The net effect feels something like your mother saying, "Get outside and stay there!" With outdoor sounds now part of every hour, daylight or dark, even our morning routine has changed. We both stumble from bed and beeline to the bedroom window. I don't know what either of us thinks may have changed during a few hours of sleep, but with hearing the wind, the cars, the sirens and assorted dogs, it seems our duty to check. No bodies, no animal carcasses, no limbs down. Yep, looks the same as it did yesterday.

The low hum of traffic from the interstate, which isn't necessarily close, wafts over the trees in the morning quiet. Walkers and runners at daybreak seem to pad softer and breathe easier than those later in the day.

By mid-morning the sounds begin to perk up as mothers with baby joggers and strollers pass by and older Russian ladies who have clustered in a nearby apartment complex take their daily constitutionals.

I even know that our neighbor had company the other day. I stepped outside to see if the outside was as stifling as it was inside, when I heard voices and laughter. All was well with the entire world for a moment, as he is a man who enjoys a full house.

The four pale turquoise eggs with brown spots in the nest that the purple house finch built in a fern on the front porch have finally hatched. There's no missing the yappy little things on the other side of the screen -- cheep, cheep, cheep, chirp, chirp, chirp. "I'm on the phone, can you keep it down?" Cheep, cheep, cheep, chirp, chirp, chirp. Every time their mother flies away for food, I wonder if she'll be back or take the day off so her nerves can recharge.

The guys on the corner are playing basketball. A gaggle of girls on bicycles sail down the middle of the street.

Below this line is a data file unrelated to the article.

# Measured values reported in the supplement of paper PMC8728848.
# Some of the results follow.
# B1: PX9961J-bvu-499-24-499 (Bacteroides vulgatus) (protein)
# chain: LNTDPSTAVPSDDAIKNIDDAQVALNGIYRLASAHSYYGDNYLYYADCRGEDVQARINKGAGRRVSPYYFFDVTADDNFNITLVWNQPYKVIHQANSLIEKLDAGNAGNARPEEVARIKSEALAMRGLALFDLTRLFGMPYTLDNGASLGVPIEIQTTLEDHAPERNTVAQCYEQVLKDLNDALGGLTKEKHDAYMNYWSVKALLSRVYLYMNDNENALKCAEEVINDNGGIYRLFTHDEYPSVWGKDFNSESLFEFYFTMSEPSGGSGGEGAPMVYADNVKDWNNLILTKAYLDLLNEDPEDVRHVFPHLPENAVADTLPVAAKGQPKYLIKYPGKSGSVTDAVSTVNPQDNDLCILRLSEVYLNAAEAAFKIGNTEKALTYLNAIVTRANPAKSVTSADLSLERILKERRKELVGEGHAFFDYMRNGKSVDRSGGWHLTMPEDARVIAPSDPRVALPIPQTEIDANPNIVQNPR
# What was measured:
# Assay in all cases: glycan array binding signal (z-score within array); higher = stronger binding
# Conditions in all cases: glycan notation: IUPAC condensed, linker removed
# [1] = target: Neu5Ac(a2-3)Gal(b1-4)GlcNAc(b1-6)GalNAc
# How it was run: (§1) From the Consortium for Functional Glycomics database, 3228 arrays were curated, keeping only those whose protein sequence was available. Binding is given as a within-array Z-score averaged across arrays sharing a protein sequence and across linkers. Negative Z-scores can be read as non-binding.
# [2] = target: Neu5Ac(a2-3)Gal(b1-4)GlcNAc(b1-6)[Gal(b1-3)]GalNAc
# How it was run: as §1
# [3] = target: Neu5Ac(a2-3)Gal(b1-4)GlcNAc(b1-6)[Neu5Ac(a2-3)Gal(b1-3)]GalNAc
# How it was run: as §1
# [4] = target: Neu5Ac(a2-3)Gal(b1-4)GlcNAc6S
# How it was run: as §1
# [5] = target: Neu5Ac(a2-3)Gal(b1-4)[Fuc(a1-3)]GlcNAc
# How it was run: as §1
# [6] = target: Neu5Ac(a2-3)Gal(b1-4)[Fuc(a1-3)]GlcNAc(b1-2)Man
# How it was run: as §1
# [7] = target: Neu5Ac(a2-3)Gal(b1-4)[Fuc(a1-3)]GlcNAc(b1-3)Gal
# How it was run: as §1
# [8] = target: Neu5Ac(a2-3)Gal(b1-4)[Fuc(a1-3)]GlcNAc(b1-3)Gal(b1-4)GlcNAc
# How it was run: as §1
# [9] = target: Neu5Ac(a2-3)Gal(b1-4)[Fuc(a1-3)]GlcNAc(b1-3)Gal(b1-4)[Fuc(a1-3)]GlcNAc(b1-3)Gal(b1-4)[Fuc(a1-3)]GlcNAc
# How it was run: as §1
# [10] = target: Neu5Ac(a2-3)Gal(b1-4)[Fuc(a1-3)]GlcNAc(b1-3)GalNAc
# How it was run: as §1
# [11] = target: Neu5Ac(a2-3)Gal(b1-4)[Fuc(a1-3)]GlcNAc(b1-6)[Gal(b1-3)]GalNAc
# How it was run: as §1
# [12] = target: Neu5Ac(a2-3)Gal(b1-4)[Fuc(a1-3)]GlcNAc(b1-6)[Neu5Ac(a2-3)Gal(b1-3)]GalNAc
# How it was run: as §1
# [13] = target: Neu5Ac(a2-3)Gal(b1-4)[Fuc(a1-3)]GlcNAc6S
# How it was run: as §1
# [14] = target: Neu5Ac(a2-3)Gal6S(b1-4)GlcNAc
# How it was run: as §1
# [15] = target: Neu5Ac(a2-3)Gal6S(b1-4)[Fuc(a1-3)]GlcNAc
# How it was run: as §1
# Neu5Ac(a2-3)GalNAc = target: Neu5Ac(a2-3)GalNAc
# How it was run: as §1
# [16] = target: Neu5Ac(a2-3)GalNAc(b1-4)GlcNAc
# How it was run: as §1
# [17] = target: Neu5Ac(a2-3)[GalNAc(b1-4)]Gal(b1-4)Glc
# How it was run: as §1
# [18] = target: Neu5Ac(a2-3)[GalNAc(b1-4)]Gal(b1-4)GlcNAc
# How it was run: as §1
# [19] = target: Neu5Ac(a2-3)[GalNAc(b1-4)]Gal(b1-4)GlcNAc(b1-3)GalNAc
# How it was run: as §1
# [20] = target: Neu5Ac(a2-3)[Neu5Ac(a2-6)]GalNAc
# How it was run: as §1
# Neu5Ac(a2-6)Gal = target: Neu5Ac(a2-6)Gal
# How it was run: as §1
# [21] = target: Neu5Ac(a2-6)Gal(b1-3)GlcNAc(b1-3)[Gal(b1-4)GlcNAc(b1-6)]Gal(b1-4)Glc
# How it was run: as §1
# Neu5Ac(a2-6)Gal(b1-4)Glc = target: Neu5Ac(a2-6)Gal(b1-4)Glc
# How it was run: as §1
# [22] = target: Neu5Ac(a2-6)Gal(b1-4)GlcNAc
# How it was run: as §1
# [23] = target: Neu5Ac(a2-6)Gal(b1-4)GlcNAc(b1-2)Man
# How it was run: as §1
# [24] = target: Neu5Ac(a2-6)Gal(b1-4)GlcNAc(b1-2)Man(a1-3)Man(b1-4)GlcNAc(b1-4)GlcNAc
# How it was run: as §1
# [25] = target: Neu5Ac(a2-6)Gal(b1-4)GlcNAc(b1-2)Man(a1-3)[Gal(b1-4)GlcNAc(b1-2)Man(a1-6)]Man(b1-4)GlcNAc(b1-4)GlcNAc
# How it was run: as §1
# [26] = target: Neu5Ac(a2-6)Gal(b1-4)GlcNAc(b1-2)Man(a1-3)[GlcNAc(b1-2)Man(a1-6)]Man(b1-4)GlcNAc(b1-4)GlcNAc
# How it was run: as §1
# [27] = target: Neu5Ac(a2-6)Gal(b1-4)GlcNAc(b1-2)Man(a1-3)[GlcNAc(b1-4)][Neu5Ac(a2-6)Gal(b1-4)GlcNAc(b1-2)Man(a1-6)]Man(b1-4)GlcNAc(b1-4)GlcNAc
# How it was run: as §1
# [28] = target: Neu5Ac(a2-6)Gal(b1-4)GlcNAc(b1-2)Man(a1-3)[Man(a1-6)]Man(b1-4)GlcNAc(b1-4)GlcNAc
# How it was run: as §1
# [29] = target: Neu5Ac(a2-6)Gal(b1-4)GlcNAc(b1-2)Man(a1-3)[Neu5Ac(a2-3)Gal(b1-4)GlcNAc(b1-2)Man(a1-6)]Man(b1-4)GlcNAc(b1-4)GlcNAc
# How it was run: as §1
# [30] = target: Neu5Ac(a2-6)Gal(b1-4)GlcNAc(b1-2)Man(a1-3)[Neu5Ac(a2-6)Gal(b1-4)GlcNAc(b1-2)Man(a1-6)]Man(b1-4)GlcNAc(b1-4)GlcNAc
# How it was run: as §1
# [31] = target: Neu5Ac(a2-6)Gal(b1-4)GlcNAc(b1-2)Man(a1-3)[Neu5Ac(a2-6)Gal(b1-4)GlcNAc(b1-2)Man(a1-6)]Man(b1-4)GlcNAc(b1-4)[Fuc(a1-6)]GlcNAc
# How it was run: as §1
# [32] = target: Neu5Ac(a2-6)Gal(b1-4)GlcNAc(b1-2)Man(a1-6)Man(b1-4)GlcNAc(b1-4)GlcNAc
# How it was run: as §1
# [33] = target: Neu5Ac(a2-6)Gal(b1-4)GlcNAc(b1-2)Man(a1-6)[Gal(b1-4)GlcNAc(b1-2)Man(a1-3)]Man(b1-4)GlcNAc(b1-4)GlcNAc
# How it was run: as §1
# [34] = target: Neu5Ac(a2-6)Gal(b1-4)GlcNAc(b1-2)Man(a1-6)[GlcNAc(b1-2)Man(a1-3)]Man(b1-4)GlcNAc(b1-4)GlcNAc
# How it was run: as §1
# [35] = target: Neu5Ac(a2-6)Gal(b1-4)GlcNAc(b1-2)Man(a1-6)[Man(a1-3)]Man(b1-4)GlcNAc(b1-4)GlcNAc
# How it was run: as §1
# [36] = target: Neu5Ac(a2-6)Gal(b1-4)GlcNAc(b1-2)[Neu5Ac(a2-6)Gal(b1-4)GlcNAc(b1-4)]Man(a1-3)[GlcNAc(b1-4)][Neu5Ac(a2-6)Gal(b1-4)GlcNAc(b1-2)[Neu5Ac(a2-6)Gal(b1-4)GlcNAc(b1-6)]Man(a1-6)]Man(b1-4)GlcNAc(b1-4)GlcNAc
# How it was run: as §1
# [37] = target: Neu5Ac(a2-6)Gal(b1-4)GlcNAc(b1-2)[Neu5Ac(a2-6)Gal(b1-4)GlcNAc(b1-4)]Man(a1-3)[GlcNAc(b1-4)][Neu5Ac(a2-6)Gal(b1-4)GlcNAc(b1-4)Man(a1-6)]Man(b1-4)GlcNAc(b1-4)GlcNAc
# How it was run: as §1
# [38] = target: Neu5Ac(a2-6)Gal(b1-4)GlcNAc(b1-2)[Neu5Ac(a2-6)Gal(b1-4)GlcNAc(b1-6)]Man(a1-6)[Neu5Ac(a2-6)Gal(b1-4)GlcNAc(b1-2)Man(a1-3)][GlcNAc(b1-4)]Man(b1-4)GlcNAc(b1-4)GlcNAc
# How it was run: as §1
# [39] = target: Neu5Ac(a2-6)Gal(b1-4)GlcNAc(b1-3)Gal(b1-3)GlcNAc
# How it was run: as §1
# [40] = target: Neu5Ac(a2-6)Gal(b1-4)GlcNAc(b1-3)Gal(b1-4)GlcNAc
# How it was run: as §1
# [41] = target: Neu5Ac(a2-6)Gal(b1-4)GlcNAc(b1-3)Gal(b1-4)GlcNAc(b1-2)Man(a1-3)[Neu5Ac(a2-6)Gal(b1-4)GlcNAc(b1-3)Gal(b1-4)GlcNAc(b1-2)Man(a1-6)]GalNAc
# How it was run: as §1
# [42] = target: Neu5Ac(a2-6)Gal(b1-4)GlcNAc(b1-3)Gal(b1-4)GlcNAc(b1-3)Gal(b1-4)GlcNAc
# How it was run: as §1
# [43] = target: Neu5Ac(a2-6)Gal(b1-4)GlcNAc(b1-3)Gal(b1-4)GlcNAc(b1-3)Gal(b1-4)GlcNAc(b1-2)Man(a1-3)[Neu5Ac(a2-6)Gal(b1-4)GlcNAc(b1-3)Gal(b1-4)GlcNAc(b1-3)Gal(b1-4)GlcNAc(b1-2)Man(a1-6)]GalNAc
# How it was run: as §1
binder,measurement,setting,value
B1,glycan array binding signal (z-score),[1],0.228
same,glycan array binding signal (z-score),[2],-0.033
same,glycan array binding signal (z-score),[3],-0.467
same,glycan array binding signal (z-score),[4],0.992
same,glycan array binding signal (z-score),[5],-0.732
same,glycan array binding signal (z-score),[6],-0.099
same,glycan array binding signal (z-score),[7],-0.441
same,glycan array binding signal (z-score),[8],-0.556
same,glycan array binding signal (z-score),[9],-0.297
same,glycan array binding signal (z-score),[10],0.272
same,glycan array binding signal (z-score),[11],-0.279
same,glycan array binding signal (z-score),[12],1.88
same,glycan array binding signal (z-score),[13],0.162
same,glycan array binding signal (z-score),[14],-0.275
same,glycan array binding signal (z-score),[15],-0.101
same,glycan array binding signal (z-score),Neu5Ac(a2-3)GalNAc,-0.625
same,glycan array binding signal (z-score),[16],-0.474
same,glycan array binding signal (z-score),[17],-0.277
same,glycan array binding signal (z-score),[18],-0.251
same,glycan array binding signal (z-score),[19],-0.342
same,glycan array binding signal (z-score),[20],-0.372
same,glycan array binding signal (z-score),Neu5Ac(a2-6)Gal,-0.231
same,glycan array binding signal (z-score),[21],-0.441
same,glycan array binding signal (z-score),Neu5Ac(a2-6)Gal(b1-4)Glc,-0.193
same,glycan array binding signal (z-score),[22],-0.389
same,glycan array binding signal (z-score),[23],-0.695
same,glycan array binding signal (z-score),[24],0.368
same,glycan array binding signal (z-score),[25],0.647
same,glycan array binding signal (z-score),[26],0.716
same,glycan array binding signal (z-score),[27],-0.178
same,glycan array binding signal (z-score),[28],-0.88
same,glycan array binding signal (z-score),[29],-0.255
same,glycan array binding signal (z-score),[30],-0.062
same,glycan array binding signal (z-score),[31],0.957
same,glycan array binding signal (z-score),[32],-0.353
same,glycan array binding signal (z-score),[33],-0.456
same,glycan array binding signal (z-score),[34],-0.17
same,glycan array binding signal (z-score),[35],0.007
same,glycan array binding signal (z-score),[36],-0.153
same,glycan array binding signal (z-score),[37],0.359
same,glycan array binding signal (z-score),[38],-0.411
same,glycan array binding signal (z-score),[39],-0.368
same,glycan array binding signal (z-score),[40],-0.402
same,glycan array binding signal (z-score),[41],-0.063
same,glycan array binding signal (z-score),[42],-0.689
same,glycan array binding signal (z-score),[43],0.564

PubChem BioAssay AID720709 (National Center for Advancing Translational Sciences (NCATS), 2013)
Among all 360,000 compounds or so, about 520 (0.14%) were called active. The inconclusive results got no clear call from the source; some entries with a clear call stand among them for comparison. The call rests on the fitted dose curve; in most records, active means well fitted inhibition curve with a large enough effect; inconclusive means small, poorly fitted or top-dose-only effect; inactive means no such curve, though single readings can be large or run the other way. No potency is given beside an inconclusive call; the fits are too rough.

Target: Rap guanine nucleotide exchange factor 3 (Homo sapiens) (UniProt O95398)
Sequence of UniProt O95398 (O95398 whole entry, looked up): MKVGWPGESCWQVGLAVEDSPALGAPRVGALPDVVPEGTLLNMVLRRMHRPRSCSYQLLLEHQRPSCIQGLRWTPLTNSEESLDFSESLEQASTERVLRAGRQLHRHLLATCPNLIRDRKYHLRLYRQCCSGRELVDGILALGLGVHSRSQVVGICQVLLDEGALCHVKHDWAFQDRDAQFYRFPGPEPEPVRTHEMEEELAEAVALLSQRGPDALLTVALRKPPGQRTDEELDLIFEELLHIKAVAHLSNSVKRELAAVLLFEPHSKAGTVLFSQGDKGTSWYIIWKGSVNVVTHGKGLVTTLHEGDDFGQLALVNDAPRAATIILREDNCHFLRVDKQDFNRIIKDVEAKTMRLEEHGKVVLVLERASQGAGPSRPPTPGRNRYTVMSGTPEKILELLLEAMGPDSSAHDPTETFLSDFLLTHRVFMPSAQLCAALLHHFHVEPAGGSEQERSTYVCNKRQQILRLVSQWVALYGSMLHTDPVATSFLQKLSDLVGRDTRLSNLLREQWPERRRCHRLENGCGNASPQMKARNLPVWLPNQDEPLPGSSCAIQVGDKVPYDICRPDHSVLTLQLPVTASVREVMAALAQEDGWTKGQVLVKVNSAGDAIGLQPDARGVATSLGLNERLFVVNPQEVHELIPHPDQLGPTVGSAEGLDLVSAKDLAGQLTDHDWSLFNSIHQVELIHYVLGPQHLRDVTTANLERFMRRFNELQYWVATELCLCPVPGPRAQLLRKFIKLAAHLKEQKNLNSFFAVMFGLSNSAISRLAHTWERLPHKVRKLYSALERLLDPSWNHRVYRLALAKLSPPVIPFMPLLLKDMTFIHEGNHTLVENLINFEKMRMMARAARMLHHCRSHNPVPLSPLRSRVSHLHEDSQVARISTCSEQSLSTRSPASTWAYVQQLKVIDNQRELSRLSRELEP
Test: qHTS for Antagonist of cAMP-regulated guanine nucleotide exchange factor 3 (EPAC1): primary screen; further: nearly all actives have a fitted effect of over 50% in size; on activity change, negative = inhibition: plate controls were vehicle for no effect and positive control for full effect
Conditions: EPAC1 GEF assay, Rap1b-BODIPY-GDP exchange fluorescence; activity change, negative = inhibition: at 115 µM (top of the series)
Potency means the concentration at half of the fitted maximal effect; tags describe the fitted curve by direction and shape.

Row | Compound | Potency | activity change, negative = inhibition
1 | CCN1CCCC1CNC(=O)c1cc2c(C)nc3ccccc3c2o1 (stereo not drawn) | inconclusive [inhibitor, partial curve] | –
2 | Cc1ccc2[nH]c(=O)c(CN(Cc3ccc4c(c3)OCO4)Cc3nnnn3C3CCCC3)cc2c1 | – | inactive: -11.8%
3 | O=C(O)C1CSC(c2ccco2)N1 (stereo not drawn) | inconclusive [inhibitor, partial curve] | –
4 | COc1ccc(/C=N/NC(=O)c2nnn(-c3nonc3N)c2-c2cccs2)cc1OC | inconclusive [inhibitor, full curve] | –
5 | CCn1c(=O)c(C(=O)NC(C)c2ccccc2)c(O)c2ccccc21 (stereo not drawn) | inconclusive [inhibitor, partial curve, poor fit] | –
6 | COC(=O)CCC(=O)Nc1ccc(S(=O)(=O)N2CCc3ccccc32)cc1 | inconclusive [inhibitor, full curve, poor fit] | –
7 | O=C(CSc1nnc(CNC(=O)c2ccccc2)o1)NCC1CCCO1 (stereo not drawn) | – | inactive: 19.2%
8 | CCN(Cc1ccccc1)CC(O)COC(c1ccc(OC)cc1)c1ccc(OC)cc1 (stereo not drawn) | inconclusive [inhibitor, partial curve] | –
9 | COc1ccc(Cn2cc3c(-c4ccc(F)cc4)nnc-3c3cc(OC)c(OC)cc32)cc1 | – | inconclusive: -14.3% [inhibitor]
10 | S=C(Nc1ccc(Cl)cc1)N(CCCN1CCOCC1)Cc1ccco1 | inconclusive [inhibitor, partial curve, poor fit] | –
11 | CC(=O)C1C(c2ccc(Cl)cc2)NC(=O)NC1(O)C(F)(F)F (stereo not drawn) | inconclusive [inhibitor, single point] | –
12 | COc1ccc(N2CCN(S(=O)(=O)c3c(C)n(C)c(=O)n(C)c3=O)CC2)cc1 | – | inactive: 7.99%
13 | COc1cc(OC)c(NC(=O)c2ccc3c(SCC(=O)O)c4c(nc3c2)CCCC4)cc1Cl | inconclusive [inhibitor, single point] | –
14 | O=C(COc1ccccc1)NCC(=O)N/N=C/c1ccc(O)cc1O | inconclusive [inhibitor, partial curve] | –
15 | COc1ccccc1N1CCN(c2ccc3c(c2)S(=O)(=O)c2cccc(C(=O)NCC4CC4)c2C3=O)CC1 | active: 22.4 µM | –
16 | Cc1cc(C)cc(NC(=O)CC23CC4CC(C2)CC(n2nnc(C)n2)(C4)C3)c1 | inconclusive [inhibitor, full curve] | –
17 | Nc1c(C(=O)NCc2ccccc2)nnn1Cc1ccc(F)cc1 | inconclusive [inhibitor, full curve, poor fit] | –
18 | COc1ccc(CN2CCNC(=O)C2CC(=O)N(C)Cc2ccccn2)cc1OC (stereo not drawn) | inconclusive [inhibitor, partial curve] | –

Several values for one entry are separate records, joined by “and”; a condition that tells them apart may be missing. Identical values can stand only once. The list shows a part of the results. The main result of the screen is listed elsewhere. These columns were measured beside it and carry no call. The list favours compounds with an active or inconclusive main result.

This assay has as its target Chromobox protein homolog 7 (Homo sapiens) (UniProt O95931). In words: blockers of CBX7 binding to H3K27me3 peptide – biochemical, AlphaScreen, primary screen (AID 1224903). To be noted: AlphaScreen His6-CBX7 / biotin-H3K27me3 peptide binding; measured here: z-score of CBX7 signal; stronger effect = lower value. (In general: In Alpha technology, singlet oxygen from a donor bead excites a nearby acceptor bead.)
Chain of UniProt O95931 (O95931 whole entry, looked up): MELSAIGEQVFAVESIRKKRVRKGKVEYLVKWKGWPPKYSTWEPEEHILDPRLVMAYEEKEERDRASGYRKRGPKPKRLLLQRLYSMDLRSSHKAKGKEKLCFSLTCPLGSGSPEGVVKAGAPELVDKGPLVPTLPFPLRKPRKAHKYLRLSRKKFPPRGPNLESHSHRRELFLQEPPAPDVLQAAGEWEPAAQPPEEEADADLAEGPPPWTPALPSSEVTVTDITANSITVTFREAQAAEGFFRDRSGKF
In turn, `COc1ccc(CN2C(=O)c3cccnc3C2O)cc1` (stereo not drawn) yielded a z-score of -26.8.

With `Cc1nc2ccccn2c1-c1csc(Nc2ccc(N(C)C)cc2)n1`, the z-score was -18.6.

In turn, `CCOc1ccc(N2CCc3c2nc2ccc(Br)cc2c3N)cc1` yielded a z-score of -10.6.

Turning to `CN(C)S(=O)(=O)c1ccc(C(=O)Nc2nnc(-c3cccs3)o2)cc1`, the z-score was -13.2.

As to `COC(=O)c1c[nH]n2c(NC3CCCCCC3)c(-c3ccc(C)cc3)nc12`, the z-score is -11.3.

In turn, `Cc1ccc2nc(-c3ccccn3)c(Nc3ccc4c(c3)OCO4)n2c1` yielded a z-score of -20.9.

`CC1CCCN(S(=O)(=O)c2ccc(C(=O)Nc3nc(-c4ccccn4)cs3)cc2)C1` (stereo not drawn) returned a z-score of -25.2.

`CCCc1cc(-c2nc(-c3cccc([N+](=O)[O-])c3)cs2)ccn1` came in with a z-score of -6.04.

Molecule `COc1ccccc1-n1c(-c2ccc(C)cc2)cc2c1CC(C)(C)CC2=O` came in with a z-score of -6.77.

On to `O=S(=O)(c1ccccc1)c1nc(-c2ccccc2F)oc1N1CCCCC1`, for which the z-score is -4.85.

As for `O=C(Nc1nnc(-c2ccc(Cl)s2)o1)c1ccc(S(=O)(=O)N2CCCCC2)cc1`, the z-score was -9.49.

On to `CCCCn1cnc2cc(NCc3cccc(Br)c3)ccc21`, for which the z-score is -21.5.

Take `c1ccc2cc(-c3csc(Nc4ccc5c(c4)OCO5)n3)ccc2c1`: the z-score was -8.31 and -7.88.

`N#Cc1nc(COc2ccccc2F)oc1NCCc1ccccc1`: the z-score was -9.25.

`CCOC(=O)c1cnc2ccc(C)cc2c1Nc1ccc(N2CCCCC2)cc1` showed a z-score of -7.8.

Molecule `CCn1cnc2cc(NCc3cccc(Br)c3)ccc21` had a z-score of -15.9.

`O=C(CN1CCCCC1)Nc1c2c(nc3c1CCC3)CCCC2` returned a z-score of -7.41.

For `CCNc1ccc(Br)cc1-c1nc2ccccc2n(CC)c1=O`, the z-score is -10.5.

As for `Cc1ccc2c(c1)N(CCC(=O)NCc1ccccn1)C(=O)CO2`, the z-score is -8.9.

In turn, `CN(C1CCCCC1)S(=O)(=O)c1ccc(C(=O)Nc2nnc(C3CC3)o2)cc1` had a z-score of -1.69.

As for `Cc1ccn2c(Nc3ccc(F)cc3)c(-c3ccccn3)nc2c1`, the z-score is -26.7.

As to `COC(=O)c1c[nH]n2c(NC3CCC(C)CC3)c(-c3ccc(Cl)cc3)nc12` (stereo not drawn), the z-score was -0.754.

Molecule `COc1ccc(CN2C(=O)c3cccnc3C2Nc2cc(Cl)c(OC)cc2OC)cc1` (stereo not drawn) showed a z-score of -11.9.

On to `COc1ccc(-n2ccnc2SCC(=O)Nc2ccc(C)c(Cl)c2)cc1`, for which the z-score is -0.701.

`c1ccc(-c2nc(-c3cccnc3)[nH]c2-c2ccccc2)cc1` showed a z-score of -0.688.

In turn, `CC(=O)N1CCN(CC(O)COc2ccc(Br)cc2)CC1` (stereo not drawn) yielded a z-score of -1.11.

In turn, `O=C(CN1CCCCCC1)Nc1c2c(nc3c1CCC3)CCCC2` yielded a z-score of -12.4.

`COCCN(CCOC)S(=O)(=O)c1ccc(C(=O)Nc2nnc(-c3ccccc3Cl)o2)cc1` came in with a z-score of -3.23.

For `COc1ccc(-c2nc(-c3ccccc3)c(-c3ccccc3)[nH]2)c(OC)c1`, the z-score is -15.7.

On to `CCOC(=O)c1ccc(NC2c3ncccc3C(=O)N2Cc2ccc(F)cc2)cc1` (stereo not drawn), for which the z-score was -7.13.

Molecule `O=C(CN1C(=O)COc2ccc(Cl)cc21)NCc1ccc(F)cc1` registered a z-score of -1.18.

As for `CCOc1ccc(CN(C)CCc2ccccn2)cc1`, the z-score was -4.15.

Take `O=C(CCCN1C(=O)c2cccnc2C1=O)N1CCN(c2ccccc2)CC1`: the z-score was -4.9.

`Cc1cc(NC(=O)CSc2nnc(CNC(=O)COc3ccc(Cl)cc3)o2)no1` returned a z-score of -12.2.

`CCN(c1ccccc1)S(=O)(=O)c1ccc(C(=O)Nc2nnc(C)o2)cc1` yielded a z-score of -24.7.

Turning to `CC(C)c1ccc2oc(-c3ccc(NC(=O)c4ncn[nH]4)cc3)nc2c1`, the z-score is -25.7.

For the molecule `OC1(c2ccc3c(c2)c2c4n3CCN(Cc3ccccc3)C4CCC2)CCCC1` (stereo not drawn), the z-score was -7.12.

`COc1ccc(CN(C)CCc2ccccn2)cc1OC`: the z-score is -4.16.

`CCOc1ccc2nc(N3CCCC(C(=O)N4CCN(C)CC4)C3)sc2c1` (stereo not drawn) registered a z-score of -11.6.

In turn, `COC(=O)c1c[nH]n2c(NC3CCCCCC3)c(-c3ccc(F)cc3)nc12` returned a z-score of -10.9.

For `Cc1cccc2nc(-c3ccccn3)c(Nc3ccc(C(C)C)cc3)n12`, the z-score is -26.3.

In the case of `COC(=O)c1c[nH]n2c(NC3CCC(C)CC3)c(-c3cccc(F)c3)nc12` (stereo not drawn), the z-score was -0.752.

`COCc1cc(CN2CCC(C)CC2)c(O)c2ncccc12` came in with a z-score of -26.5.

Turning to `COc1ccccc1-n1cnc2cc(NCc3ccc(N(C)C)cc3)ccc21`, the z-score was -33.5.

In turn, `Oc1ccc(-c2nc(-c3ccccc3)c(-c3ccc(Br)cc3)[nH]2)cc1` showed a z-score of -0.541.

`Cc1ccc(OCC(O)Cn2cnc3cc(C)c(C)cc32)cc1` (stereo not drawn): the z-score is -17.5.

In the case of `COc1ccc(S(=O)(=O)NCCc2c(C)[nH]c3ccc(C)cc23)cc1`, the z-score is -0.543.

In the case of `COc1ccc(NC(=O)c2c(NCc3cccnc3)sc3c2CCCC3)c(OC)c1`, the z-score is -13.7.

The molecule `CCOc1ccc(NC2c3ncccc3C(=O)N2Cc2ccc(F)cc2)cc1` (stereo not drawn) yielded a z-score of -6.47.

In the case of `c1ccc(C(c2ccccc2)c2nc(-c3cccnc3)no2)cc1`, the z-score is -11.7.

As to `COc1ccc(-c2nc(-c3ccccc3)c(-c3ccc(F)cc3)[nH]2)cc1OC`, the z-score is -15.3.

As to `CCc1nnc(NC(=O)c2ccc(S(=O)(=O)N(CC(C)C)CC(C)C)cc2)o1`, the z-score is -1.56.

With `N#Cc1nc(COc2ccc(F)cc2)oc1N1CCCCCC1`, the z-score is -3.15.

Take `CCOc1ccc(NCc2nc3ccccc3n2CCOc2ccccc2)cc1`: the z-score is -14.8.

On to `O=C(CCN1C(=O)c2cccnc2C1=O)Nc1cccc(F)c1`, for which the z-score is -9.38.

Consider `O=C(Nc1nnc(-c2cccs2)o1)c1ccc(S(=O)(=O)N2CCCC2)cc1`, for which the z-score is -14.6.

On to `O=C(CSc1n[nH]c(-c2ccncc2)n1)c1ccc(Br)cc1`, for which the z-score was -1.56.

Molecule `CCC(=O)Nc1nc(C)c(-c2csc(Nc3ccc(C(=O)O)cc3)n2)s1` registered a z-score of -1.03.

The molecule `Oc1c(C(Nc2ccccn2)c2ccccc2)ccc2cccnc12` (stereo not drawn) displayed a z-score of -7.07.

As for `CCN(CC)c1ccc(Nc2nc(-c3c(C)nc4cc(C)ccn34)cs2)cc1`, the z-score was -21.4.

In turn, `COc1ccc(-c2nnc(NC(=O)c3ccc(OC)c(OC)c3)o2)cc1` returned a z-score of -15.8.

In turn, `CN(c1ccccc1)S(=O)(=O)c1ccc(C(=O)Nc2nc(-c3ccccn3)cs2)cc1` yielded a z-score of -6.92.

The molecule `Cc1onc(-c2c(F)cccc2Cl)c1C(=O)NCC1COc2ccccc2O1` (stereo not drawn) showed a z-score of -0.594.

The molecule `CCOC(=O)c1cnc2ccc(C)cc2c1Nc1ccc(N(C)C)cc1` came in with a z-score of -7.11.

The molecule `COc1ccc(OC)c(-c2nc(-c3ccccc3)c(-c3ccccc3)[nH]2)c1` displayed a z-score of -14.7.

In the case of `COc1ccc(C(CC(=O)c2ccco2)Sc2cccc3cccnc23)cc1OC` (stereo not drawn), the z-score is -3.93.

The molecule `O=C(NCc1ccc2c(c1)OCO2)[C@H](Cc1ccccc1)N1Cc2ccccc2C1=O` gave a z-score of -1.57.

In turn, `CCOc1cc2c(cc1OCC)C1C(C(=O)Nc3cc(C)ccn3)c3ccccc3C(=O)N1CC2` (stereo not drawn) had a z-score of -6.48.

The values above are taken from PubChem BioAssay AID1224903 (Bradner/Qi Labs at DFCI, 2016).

With the door to the patio open, a chipmunk skirting the perimeter of the house is in plain view. He's the one that has been nibbling on the impatiens and chewing the new clematis. There is no "innocent until proven guilty" here. Disney may have thought you were cute, Chipper, but you won't linger if you know what's good for you.

They're making progress on the fire station remodel at the edge of the neighborhood. We can't see it, but we can hear it. Echoes of debris sliding into dumpsters bounce off the house and the low vibrations of heavy machinery travel through the floor.

A train whistle blows every night not far from here, sometime before 11. A train at night is a pleasant melancholy. Sorry to have missed it all this time.

We're getting two more estimates on a new air conditioner. Once it is installed we'll close the windows, shut the doors, seal ourselves off and rid the house of this heavy humidity. It almost seems a shame.


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JWR contributor Lori Borgman is the author of , most recently, "Catching Christmas" (Click HERE to purchase. Sales help fund JWR.) and I Was a Better Mother Before I Had Kids To comment, please click here. To visit her website click here.

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© 2013, Lori Borgman